A Plan Comes Together

Drawing: A little girl in a Red Riding Hood costume, running among some trees. Caption reads: “Hurry Mummy, help the doggy.”

Listen to this story as a podcast episode here.

A Plan Comes Together short story by Iris Carden

Five storeys below Brisbane’s Roma Street Police Station, is the headquarters for the Human Defence Unit. Its members are drawn from among the highest performing members of military, intelligence, and police forces throughout Australia, along with select highly specialised members of the civilian population. The Human Defence Unit and its elite staff are neither police, military nor intelligence. They do not exist.

“We don’t want you in any danger.  You set up the meeting, but you don’t go to it. We do,” Senior Agent Jo Burns said.

Eric, the werewolf nodded. “If this is going to keep werewolves safe, I’m in.”

“As long as everything goes according to plan it will.  You need to make it clear, both Cassius and Marcus have to be at the meeting, or otherwise you’re walking away.  You represent the werewolves, and negotiating with you is the only way they’re getting wolves to join them against the HDU and me.”

Eric made the call, and set up the meeting for that night.  

Jo went back to her office, and briefed her team on the plan. Then, since none of them had slept the previous night, she ordered them all to get some rest.

Like most of the others, she found a bunk in the unit’s rest area.

She dreamed she was running through a treed area.  Ahead of her ran a little girl in a Red Riding Hood costume.  “Hurry Mummy,” Katie’s voice called back to her.  “We have to help the doggy.”

Jo jolted awake.  

She had a missed call from Eric on her phone. He’d left a message. The vampires had moved the meeting forward, and changed the place.  It was immediately, and in a park. Since she hadn’t answered his call, he would go and try to delay them until she and the team could get there.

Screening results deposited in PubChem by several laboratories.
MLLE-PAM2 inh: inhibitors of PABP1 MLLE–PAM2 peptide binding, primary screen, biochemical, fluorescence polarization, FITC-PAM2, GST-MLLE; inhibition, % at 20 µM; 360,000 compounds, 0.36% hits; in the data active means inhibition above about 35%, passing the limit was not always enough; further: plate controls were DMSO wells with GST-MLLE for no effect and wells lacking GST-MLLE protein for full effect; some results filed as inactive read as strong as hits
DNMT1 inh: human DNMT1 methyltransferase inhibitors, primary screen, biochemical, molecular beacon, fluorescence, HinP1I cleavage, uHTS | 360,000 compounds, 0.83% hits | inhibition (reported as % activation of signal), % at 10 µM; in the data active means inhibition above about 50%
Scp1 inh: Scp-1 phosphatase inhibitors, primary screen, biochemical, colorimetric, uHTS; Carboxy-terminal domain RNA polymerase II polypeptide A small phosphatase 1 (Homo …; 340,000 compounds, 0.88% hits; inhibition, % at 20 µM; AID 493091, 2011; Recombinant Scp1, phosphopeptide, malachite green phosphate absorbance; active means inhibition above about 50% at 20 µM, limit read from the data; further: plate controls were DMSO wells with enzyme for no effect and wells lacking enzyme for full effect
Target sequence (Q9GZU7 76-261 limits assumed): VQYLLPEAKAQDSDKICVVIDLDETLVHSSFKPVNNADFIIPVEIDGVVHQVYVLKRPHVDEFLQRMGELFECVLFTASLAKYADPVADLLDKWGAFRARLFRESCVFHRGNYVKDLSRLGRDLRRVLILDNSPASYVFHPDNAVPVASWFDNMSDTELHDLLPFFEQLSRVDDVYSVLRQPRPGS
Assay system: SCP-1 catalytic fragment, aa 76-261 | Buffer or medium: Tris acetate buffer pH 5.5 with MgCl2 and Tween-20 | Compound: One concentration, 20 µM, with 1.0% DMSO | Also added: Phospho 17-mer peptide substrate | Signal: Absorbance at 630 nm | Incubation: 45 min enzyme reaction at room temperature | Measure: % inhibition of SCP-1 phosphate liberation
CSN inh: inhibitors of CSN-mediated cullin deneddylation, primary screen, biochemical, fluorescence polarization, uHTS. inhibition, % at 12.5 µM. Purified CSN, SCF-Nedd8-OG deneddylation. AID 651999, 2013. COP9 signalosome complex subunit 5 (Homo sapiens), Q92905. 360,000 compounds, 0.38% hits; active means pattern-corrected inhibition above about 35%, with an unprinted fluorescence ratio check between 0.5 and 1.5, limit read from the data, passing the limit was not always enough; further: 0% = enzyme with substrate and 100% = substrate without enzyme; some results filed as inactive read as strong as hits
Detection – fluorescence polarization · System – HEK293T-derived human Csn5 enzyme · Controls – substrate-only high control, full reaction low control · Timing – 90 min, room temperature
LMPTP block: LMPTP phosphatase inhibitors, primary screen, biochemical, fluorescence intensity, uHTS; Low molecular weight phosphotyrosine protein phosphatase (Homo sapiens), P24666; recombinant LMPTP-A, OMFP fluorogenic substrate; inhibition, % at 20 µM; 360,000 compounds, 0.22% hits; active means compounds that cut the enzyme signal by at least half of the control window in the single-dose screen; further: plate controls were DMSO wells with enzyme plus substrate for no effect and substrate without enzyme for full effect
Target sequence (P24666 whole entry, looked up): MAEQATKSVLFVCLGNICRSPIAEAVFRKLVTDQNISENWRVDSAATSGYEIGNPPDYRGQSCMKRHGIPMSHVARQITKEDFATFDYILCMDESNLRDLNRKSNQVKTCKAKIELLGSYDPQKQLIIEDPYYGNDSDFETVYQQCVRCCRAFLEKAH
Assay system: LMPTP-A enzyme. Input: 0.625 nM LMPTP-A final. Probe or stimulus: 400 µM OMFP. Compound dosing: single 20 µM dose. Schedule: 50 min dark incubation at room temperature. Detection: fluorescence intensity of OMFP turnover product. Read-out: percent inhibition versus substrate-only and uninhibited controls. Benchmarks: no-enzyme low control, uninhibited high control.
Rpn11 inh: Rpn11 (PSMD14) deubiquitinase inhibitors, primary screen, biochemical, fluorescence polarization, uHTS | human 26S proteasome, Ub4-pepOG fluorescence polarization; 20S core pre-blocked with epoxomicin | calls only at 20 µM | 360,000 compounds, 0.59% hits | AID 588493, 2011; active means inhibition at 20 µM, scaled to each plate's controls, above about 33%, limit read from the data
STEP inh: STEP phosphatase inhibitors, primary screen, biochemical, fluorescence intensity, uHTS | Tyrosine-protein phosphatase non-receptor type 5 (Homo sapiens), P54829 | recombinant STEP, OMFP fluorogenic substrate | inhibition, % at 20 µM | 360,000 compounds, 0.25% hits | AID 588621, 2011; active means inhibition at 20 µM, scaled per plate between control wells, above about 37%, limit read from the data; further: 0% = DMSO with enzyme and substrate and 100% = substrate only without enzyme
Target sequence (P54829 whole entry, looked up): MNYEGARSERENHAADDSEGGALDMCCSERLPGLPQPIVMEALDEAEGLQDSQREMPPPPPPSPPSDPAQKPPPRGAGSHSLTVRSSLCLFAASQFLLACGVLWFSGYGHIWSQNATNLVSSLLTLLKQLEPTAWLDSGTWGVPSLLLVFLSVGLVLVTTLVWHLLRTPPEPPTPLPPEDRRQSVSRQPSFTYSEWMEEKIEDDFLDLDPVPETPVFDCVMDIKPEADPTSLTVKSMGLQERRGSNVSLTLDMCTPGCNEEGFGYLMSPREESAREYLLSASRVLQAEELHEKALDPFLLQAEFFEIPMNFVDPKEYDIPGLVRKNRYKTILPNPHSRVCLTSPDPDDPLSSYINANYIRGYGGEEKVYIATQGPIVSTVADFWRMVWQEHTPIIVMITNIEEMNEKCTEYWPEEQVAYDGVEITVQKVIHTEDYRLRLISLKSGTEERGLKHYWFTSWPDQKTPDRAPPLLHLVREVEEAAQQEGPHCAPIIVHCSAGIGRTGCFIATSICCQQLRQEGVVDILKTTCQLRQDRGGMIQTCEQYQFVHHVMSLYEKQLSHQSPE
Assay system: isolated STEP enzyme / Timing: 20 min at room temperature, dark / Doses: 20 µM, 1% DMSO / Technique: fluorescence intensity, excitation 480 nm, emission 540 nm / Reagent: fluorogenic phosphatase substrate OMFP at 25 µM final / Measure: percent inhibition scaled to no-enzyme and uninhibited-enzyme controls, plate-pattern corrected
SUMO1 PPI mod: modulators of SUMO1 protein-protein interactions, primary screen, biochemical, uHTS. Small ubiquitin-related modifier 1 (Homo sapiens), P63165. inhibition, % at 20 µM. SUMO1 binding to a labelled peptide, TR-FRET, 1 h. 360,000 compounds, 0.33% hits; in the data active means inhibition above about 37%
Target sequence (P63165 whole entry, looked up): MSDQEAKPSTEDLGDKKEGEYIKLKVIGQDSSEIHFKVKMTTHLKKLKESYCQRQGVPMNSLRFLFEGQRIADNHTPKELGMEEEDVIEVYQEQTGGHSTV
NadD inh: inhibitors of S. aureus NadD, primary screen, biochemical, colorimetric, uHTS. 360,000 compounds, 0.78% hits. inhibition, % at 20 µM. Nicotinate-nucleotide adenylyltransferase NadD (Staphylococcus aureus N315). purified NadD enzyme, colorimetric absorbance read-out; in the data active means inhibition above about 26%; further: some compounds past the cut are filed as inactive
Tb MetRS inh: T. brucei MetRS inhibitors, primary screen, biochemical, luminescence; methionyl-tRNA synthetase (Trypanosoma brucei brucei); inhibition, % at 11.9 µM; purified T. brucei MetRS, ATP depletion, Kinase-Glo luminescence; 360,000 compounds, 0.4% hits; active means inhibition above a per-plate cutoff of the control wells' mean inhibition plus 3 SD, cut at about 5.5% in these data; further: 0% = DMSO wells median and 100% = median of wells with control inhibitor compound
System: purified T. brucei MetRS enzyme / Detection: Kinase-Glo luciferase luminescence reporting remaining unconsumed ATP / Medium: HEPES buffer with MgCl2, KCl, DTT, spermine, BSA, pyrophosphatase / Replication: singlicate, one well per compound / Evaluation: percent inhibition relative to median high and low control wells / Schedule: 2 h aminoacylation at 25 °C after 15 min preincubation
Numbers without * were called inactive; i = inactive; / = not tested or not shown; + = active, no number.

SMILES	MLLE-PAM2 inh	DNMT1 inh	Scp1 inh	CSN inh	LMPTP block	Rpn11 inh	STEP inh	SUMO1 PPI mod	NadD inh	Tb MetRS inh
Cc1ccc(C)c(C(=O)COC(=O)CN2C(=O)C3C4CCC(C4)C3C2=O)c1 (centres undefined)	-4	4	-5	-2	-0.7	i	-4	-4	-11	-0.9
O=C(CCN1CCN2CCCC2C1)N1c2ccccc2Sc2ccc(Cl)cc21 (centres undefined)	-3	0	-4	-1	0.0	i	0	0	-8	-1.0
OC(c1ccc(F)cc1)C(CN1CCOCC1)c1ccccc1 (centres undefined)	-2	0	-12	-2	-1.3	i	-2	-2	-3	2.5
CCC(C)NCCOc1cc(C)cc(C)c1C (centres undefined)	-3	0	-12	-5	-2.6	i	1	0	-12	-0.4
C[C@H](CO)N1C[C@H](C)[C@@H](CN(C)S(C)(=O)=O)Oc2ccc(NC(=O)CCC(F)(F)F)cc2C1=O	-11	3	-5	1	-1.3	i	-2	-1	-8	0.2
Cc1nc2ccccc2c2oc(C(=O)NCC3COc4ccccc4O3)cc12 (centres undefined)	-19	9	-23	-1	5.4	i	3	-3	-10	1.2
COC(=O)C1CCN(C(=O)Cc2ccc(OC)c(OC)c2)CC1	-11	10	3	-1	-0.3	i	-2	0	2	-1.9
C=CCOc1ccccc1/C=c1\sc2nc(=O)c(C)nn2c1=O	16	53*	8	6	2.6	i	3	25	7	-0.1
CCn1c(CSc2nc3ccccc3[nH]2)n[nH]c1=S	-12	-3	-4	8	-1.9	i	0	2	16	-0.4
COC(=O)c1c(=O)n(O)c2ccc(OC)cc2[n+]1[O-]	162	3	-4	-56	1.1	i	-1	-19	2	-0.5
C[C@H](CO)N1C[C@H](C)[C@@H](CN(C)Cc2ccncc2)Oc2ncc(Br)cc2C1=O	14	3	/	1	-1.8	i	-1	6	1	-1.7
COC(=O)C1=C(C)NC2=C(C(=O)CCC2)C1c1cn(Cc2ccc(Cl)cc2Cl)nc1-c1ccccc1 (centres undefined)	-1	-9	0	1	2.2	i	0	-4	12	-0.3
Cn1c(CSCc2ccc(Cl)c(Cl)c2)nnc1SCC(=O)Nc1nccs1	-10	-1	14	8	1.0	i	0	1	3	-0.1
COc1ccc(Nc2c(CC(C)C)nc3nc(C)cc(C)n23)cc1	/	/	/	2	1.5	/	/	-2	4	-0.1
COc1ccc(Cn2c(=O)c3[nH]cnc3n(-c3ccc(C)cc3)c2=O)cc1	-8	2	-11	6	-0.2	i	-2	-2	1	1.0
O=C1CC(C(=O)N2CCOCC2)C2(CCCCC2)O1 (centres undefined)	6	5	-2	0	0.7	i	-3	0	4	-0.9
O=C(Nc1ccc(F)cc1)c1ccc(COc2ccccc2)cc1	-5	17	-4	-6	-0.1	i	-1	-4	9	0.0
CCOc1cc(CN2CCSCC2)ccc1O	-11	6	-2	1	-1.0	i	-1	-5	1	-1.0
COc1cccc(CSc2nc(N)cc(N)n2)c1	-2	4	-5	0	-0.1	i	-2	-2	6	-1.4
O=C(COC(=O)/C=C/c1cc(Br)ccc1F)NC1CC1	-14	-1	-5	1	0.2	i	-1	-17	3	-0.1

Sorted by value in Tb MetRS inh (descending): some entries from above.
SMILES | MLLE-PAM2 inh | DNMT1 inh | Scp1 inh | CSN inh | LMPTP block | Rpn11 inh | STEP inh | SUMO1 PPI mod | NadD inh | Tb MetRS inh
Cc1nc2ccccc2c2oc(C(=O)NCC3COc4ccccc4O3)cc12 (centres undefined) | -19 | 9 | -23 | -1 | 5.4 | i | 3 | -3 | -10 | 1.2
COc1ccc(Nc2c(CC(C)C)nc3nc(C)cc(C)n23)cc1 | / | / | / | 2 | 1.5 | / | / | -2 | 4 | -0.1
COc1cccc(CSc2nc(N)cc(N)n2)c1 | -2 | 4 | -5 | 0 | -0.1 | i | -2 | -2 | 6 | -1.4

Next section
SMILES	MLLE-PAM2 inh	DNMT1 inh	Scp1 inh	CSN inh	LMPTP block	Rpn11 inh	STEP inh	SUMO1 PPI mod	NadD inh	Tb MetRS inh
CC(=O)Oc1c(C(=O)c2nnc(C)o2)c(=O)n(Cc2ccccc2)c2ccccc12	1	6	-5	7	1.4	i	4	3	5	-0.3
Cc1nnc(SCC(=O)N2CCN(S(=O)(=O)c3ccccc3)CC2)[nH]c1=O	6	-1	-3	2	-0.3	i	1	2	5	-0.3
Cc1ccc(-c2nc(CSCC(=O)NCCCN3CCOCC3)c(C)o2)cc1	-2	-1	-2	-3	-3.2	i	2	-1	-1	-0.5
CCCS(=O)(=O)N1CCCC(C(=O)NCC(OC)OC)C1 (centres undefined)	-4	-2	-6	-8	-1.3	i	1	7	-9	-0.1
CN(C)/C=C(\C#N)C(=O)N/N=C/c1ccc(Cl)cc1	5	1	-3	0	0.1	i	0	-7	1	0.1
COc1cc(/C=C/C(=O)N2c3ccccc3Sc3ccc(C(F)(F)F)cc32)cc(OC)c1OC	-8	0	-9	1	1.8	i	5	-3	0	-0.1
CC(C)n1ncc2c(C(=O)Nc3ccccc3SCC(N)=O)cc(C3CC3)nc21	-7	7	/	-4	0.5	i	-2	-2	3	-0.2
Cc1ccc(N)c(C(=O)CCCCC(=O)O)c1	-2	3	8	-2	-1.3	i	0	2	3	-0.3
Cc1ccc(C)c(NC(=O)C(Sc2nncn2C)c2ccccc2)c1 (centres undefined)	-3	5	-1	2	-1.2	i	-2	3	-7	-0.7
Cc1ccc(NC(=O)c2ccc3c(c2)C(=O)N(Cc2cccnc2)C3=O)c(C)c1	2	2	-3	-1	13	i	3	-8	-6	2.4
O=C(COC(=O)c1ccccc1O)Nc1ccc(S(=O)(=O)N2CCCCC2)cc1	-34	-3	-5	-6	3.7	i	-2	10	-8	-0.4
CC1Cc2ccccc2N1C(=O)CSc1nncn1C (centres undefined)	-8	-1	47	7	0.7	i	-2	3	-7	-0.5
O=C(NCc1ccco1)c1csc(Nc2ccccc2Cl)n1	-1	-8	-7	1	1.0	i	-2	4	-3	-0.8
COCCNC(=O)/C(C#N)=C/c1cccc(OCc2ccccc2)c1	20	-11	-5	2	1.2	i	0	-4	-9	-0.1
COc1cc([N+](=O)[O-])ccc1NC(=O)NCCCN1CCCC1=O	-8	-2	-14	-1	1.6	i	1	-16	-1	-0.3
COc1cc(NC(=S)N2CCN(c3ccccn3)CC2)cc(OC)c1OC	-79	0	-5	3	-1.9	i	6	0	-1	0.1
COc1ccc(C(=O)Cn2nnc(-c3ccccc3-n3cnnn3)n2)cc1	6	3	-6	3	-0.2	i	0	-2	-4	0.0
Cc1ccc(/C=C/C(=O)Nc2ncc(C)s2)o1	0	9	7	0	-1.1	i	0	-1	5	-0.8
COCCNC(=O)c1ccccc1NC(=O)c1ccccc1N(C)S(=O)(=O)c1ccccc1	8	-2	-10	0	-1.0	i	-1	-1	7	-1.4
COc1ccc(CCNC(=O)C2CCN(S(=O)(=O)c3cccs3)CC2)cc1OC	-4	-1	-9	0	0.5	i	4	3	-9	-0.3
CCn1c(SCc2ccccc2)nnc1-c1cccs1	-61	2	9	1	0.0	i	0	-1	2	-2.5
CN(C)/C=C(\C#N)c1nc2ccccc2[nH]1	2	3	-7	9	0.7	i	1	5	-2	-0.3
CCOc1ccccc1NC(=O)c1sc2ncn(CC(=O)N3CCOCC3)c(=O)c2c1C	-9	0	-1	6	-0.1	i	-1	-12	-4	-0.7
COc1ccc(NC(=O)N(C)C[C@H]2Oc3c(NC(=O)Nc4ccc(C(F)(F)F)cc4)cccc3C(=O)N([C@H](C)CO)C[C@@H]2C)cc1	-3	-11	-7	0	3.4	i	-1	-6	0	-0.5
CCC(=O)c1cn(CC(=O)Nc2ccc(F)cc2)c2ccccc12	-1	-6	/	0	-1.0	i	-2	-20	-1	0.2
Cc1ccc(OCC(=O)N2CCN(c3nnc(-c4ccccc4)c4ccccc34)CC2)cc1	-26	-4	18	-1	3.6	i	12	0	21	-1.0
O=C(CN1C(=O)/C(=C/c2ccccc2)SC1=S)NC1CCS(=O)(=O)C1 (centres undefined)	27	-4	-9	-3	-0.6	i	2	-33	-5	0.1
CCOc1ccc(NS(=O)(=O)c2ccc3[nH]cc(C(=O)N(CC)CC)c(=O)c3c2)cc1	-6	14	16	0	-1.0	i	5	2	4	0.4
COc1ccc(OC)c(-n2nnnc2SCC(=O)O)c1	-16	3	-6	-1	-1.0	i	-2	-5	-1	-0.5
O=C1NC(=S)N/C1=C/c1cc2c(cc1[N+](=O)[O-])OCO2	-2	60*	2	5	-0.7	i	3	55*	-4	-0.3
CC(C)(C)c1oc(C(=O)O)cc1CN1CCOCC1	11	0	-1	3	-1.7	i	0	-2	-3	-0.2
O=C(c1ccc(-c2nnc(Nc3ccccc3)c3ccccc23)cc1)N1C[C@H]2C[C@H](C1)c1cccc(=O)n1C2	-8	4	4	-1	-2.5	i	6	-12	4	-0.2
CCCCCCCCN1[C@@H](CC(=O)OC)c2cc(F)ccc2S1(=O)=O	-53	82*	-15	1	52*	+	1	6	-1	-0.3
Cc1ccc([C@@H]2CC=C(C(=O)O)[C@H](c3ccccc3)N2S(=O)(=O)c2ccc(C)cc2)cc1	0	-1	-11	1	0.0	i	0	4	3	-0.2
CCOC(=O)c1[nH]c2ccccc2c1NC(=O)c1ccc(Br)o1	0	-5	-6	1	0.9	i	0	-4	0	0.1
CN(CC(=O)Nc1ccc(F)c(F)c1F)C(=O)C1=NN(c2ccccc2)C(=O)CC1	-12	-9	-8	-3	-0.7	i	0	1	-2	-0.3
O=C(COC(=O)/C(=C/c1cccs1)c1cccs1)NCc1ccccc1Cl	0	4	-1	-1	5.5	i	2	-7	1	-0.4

Of course, Jo realised, ancient vampires had a tolerance for daylight.

She woke every team member who was in the HDU, and had them call the others as they drove to the meeting site.

“This way,” Jo heard Katies’ voice say.  She had a glimpse of red disappearing through the trees.

“This way,” Jo whispered to the team.  

With their mini-crossbows armed with stakes, they followed as she led the way through the trees.

They found one vampire holding Eric, the other was about to stab him with what appeared to be an ivory-handled silver sword. 

For a moment, Jo hesitated, afraid of harming Eric, then she realised a wooden stake was far less harmful to him than silver was.

The next things happened in seconds, but seemed to take much more time. 

Jo fired, hitting the fang with the sword.  The stake hit his heart and he fell to dust.

Beside her, Kate Murdoch did the same. Kate’s stake hit Eric, who collapsed. Scott Cooper fired, staking the second fang, which also turned to dust.

Jo ran over and pulled the stake from Eric’s shoulder. As she watched, the wound healed. She’d known it would happen, but was still amazed watching the process.

Once she was sure Eric was fine, she scrambled amidst the dust of the ancient vampires to find two red stones. She shot both of them with her service weapon and shattered them.

“Someone pick up the shards of those bloodstones and make sure they’re scattered over the widest possible area,” Jo ordered.  Then she turned her attention to Eric, “That was wildly courageous, and also the stupidest thing I’ve ever seen. What did you think would happen if I hadn’t got the message?”

Eric pulled a home-made explosive device from his pocket. “I’d have used this, and taken them out with me,” he said.  “Did I tell you how I became a werewolf? I was a soldier.  An IED like this one injured me, and I was captured.  One of the enemy was a werewolf.  When I tried to escape he bit me.  Did me a favour. As you’ve just seen, werewolves heal really well. After the first full moon, I was strong enough to escape.  After being blown up and captured, I applied for, and was granted, a discharge. A full moon would have made military life complicated.”

“Do you want a job?” Jo asked.

“Thanks, but no thanks.  The werewolf Neighbourhood Watch is going to keep me busy enough.  We’ve realised that looking out for each other is going to take more than watching out for people attacking us.  We need to look at how we support each other in other ways. Someone just got fired for refusing to work on night of the full moon. We need to help her get another job. Things like that are important.”

“Fair enough,” Jo said. “If you ever change your mind, or you need us, you know how to find us.”

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By Iris Carden

Iris Carden is an Australian indie author, mother, grandmother, and chronic illness patient. On good days, she writes. Because of the unpredictability of her health, she writes on an indie basis, not trying to meet deadlines. She lives on a disability support pension now, but her ultimate dream is to earn her own living from her writing.


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